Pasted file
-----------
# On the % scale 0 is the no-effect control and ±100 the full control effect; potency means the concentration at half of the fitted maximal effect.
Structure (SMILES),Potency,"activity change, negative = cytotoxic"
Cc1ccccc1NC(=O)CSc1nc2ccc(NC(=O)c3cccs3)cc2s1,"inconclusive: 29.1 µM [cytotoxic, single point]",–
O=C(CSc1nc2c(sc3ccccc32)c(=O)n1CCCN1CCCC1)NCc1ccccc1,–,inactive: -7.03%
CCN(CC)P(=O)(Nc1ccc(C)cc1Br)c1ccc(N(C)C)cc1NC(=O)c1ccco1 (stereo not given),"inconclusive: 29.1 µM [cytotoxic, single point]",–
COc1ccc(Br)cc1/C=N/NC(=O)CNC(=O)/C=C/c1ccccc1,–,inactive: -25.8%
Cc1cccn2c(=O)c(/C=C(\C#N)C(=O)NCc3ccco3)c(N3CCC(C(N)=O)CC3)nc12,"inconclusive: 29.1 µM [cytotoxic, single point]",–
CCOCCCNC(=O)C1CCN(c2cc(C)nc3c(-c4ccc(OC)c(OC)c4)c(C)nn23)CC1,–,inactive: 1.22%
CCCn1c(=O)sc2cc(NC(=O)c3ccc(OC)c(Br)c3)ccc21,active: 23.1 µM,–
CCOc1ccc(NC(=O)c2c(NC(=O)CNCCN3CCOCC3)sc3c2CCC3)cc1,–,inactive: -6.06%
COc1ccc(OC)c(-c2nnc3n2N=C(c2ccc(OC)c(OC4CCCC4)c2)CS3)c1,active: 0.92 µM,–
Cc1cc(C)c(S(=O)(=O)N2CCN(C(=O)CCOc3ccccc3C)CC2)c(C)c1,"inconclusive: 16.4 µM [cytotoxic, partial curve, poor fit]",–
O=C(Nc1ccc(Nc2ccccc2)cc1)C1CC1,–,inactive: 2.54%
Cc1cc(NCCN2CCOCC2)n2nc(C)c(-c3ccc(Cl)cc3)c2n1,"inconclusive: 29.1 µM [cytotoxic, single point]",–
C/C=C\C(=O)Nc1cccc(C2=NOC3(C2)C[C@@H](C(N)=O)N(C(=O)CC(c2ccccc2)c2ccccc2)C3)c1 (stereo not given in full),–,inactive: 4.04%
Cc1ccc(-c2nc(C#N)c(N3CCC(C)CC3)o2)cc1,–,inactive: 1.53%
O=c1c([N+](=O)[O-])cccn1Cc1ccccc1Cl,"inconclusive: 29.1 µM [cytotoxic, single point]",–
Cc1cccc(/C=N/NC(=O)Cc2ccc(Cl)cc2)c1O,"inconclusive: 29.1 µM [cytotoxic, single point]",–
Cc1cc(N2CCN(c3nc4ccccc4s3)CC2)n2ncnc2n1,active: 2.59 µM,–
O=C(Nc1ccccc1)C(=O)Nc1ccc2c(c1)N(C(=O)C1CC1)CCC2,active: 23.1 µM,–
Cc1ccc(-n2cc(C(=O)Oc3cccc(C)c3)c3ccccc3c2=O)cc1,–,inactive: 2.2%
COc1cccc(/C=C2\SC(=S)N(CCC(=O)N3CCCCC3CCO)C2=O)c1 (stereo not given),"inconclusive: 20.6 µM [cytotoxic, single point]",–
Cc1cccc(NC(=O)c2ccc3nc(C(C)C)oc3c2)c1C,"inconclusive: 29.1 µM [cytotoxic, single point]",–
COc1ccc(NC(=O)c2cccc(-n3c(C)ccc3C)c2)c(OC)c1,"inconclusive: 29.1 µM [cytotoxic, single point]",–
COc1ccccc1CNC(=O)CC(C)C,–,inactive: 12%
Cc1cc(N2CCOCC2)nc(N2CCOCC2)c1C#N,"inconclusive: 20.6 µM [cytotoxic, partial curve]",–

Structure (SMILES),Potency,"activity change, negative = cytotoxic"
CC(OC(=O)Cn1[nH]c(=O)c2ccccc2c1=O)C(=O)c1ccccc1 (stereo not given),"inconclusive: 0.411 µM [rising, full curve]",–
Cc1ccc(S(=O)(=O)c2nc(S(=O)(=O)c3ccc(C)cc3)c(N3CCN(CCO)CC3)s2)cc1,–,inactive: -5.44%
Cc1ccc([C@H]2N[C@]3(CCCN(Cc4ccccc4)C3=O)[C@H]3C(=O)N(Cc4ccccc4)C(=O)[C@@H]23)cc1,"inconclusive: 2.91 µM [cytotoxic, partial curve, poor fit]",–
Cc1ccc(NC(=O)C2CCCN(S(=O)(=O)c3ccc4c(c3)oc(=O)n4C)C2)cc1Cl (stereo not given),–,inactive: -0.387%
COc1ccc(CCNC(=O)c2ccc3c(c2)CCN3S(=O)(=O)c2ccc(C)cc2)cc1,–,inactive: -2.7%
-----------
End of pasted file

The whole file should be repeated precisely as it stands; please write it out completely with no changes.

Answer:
# On the % scale 0 is the no-effect control and ±100 the full control effect; potency means the concentration at half of the fitted maximal effect.
Structure (SMILES),Potency,"activity change, negative = cytotoxic"
Cc1ccccc1NC(=O)CSc1nc2ccc(NC(=O)c3cccs3)cc2s1,"inconclusive: 29.1 µM [cytotoxic, single point]",–
O=C(CSc1nc2c(sc3ccccc32)c(=O)n1CCCN1CCCC1)NCc1ccccc1,–,inactive: -7.03%
CCN(CC)P(=O)(Nc1ccc(C)cc1Br)c1ccc(N(C)C)cc1NC(=O)c1ccco1 (stereo not given),"inconclusive: 29.1 µM [cytotoxic, single point]",–
COc1ccc(Br)cc1/C=N/NC(=O)CNC(=O)/C=C/c1ccccc1,–,inactive: -25.8%
Cc1cccn2c(=O)c(/C=C(\C#N)C(=O)NCc3ccco3)c(N3CCC(C(N)=O)CC3)nc12,"inconclusive: 29.1 µM [cytotoxic, single point]",–
CCOCCCNC(=O)C1CCN(c2cc(C)nc3c(-c4ccc(OC)c(OC)c4)c(C)nn23)CC1,–,inactive: 1.22%
CCCn1c(=O)sc2cc(NC(=O)c3ccc(OC)c(Br)c3)ccc21,active: 23.1 µM,–
CCOc1ccc(NC(=O)c2c(NC(=O)CNCCN3CCOCC3)sc3c2CCC3)cc1,–,inactive: -6.06%
COc1ccc(OC)c(-c2nnc3n2N=C(c2ccc(OC)c(OC4CCCC4)c2)CS3)c1,active: 0.92 µM,–
Cc1cc(C)c(S(=O)(=O)N2CCN(C(=O)CCOc3ccccc3C)CC2)c(C)c1,"inconclusive: 16.4 µM [cytotoxic, partial curve, poor fit]",–
O=C(Nc1ccc(Nc2ccccc2)cc1)C1CC1,–,inactive: 2.54%
Cc1cc(NCCN2CCOCC2)n2nc(C)c(-c3ccc(Cl)cc3)c2n1,"inconclusive: 29.1 µM [cytotoxic, single point]",–
C/C=C\C(=O)Nc1cccc(C2=NOC3(C2)C[C@@H](C(N)=O)N(C(=O)CC(c2ccccc2)c2ccccc2)C3)c1 (stereo not given in full),–,inactive: 4.04%
Cc1ccc(-c2nc(C#N)c(N3CCC(C)CC3)o2)cc1,–,inactive: 1.53%
O=c1c([N+](=O)[O-])cccn1Cc1ccccc1Cl,"inconclusive: 29.1 µM [cytotoxic, single point]",–
Cc1cccc(/C=N/NC(=O)Cc2ccc(Cl)cc2)c1O,"inconclusive: 29.1 µM [cytotoxic, single point]",–
Cc1cc(N2CCN(c3nc4ccccc4s3)CC2)n2ncnc2n1,active: 2.59 µM,–
O=C(Nc1ccccc1)C(=O)Nc1ccc2c(c1)N(C(=O)C1CC1)CCC2,active: 23.1 µM,–
Cc1ccc(-n2cc(C(=O)Oc3cccc(C)c3)c3ccccc3c2=O)cc1,–,inactive: 2.2%
COc1cccc(/C=C2\SC(=S)N(CCC(=O)N3CCCCC3CCO)C2=O)c1 (stereo not given),"inconclusive: 20.6 µM [cytotoxic, single point]",–
Cc1cccc(NC(=O)c2ccc3nc(C(C)C)oc3c2)c1C,"inconclusive: 29.1 µM [cytotoxic, single point]",–
COc1ccc(NC(=O)c2cccc(-n3c(C)ccc3C)c2)c(OC)c1,"inconclusive: 29.1 µM [cytotoxic, single point]",–
COc1ccccc1CNC(=O)CC(C)C,–,inactive: 12%
Cc1cc(N2CCOCC2)nc(N2CCOCC2)c1C#N,"inconclusive: 20.6 µM [cytotoxic, partial curve]",–

Structure (SMILES),Potency,"activity change, negative = cytotoxic"
CC(OC(=O)Cn1[nH]c(=O)c2ccccc2c1=O)C(=O)c1ccccc1 (stereo not given),"inconclusive: 0.411 µM [rising, full curve]",–
Cc1ccc(S(=O)(=O)c2nc(S(=O)(=O)c3ccc(C)cc3)c(N3CCN(CCO)CC3)s2)cc1,–,inactive: -5.44%
Cc1ccc([C@H]2N[C@]3(CCCN(Cc4ccccc4)C3=O)[C@H]3C(=O)N(Cc4ccccc4)C(=O)[C@@H]23)cc1,"inconclusive: 2.91 µM [cytotoxic, partial curve, poor fit]",–
Cc1ccc(NC(=O)C2CCCN(S(=O)(=O)c3ccc4c(c3)oc(=O)n4C)C2)cc1Cl (stereo not given),–,inactive: -0.387%
COc1ccc(CCNC(=O)c2ccc3c(c2)CCN3S(=O)(=O)c2ccc(C)cc2)cc1,–,inactive: -2.7%